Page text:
The stink comes from the top

September 3, 2015

Yusef Khalil provides the background to the huge anti-government protests in Lebanon.

"THE PEOPLE want the fall of the regime." This popular refrain of the Arab uprisings that swept across the Middle East and North Africa starting in 2011 once again echoed through the streets of Lebanon's capital of Beirut, as tens of thousands of people--some estimates say up to 100,000--converged to protest the ruling establishment on August 29.

This latest upsurge in anger was triggered by a garbage collection and disposal crisis that is years in the making. In 1998, the government designated Beirut's garbage to go to a dump south of the city. What was supposed to be a temporary measure has continued for years, overflowing the capacity of the dump many times over and suffocating nearby residents with the stench.

Despite many street protests and subsequent promises by successive governments, politicians failed to even plan for a solution for the aging dump.

This summer, the contract with the private company tasked with garbage collection expired. While the ruling political parties were fighting over who would get the lucrative contract, people from nearby villages, having lost all trust in the government to resolve the trash problem, shut down the road leading to the dump.

Police use water cannons against mass demonstrations in Beirut
Police use water cannons against mass demonstrations in Beirut

With no other solution in place, garbage started piling up in massive quantities in the streets of Beirut, choking the capital city's residents. In response, environmental and other activists launched the "You Stink" movement to point the finger at the gridlocked government and corrupt politicians. Thousands of people were attracted to this call because it laid the blame on all the corrupt political parties and opened a space for people to express their generalized disgust.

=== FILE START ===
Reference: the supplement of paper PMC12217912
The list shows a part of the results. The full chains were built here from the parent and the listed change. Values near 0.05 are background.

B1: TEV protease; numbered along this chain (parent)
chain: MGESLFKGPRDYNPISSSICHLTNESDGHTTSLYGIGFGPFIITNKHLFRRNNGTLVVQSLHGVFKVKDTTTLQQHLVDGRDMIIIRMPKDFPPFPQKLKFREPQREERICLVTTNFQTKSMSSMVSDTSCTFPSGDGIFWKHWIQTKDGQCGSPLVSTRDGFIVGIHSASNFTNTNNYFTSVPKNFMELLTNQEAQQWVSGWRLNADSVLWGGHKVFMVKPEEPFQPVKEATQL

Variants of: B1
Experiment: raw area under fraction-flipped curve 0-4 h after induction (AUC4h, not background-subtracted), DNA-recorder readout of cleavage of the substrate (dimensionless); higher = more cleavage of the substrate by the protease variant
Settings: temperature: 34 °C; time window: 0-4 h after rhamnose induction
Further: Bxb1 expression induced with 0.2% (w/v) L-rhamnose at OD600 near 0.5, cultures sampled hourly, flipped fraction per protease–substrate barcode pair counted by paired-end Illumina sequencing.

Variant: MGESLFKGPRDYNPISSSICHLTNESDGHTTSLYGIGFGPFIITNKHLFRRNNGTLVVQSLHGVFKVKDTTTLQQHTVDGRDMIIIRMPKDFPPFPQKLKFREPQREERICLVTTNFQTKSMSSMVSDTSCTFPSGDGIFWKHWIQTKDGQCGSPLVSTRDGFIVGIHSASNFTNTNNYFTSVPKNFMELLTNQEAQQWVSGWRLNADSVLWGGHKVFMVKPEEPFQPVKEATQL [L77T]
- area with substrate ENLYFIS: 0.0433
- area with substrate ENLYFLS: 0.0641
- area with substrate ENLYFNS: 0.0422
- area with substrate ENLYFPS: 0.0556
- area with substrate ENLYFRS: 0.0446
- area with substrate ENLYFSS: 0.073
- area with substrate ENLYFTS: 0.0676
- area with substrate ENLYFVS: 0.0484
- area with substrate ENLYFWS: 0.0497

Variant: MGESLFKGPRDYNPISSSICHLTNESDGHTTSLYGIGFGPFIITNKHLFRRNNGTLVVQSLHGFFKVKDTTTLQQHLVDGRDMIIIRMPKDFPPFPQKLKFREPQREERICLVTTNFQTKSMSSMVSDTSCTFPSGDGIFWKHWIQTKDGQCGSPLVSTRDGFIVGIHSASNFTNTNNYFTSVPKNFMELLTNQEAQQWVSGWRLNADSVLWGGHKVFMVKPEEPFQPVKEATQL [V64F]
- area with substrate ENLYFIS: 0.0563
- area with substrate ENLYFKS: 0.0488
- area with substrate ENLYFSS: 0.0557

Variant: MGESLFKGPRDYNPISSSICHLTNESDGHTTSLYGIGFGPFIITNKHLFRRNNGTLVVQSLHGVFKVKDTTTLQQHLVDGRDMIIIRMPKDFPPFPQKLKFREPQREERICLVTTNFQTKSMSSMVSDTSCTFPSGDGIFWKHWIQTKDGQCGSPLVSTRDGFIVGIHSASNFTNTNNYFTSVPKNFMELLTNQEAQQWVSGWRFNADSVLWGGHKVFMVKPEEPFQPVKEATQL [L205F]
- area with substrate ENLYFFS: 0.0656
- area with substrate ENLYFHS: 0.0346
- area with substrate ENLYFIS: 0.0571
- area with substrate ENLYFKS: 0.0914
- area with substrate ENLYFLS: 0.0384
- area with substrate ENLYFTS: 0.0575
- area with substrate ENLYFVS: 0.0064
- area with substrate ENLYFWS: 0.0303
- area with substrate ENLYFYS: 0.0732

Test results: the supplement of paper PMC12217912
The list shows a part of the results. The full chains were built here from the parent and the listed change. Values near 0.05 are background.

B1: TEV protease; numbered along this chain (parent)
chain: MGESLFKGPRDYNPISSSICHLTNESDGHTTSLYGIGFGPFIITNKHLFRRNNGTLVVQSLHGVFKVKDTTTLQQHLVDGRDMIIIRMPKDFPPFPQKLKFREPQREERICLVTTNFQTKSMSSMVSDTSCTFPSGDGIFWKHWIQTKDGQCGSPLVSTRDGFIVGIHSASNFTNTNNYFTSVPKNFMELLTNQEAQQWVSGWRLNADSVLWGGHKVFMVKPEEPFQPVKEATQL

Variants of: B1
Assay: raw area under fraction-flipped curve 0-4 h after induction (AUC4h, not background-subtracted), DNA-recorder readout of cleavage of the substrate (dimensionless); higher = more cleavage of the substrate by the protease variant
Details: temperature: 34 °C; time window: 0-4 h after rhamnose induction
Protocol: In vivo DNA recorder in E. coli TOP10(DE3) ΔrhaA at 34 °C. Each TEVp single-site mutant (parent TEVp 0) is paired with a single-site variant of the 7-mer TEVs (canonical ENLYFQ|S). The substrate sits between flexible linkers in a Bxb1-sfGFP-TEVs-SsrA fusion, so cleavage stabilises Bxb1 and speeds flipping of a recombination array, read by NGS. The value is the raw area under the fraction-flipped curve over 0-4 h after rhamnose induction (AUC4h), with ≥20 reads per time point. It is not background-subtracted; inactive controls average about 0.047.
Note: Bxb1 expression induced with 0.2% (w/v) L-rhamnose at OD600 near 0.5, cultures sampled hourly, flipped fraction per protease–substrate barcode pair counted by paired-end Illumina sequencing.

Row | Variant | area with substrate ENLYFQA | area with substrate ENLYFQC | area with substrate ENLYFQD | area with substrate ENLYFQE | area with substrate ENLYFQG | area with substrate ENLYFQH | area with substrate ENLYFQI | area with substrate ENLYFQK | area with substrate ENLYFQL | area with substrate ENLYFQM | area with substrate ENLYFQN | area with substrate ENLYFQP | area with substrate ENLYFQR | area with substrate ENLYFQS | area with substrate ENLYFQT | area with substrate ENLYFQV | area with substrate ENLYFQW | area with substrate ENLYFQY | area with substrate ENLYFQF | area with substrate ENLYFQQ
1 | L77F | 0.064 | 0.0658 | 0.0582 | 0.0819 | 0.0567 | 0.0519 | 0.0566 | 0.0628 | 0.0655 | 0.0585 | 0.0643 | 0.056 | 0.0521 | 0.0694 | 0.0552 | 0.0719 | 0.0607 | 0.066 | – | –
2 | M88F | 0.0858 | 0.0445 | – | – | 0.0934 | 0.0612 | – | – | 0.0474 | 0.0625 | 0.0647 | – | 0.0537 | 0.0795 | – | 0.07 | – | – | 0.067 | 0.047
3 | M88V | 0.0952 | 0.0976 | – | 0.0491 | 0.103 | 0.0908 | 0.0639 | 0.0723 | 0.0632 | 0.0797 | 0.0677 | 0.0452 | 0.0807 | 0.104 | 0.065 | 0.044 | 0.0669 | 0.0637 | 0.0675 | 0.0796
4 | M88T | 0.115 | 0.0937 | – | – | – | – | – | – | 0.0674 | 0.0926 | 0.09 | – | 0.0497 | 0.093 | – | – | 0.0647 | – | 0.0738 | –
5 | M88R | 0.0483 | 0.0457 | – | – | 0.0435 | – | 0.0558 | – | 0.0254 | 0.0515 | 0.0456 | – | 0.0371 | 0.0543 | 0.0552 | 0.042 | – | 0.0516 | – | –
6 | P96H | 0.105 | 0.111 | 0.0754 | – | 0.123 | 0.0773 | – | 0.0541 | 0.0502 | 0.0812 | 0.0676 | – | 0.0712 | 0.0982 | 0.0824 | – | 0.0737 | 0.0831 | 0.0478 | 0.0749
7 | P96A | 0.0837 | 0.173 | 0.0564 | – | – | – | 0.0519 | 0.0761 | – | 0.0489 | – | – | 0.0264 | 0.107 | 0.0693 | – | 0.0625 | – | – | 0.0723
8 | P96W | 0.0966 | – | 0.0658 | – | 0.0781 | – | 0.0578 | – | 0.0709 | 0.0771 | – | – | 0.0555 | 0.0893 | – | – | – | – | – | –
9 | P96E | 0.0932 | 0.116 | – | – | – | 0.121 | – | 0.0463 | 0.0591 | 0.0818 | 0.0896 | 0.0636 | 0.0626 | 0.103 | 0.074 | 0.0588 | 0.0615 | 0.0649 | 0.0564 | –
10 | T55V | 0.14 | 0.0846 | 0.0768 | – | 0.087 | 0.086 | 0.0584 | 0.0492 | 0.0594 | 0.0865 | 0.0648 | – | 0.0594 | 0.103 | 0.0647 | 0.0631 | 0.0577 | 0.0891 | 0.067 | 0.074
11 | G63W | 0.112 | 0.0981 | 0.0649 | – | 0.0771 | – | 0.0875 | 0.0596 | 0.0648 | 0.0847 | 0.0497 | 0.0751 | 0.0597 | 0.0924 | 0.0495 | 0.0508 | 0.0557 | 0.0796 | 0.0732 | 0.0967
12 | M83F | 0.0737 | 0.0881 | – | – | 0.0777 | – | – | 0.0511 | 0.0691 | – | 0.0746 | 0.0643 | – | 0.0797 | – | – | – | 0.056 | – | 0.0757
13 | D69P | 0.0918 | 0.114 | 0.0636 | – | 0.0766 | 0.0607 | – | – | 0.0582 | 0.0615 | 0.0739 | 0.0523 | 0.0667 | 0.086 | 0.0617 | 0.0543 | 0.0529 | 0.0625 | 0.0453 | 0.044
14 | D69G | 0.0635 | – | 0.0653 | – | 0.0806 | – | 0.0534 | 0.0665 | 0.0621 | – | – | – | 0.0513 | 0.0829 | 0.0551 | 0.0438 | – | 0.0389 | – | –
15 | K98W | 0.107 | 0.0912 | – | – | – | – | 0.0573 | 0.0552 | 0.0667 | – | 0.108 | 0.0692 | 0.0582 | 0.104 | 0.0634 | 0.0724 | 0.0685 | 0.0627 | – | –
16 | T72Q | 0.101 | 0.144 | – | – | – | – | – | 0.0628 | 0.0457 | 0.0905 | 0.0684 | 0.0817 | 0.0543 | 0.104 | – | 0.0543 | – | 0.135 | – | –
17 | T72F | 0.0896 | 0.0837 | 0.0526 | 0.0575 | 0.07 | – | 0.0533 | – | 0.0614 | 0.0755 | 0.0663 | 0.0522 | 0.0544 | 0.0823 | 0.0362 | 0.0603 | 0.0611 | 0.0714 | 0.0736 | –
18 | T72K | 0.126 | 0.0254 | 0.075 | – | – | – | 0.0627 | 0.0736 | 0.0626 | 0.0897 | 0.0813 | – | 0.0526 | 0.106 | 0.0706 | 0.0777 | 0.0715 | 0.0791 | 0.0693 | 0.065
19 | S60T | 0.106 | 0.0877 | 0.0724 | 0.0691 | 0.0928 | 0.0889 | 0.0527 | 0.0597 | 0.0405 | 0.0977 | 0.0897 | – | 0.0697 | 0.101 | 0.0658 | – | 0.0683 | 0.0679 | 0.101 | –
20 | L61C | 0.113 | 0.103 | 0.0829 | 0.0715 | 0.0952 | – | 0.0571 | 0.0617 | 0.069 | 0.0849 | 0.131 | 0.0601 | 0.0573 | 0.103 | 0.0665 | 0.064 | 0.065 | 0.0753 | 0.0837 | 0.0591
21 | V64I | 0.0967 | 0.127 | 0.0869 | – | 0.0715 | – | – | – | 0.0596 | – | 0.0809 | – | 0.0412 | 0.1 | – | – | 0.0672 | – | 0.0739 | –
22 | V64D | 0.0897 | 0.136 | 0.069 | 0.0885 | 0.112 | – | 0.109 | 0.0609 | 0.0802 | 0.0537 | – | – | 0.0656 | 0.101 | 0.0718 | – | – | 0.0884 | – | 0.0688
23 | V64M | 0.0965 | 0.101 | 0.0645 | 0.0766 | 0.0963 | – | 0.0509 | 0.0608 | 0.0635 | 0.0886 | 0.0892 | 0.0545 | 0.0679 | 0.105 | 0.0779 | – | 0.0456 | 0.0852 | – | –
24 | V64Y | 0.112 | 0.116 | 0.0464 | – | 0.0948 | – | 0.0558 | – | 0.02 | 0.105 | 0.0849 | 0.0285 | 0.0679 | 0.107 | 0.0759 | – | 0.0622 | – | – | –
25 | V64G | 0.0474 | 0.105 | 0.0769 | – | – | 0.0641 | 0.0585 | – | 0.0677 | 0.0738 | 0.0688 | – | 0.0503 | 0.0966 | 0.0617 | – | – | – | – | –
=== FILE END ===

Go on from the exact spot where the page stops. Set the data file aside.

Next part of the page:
On August 22, riot police and soldiers used their batons, water cannons, tear gas and even live ammunition against thousands of protesters who had gathered in downtown Beirut.

In an effort to undermine the movement, the government insisted its security forces were only responding to "infiltrators" and "provocateurs" who were throwing stones, plastic bottles and otherwise looking for a fight.

Unfortunately, some of the organizers of "You Stink" accepted this, and the alleged "infiltrators," apparently easily identifiable by the way they "looked," were accused of acting at the behest of political parties--when in fact their only "crime" was that they came from the poorer neighborhoods and suburbs of Beirut and were understandably very angry and confrontational.

This attempt to divide the movement between "peaceful" civil society and "violent infiltrators" backfired, however. A number of the protesters adopted the "infiltrator" label and turned it into a badge of honor, shouting it in slogans--"We are ALL infiltrators"--wearing it on their T-shirts and painting it on walls.

AS THE state's crackdown has intensified, so has the resolve of the protesters, who have swelled in numbers. An estimated 80,000 to 100,000 people turned out for the August 29 protest.

The "You Stink" slogan and protests became a lightning rod for masses of people's discontent with lack of government services like electricity, water, jobs and economic opportunities. Very quickly, they turned into a challenge to all political parties in government.

The question being debated within the movement right now is what it means to be "independent." On the one hand, some liberal activists argue about the need to "depoliticize" the movement and limit demands to very specific reforms, such as curbing corruption, solving the trash crisis and electing a new parliament.

On the other hand, more and more people are seeing the need to reclaim politics as the only way to make sense of the system they're up against and better organize against it.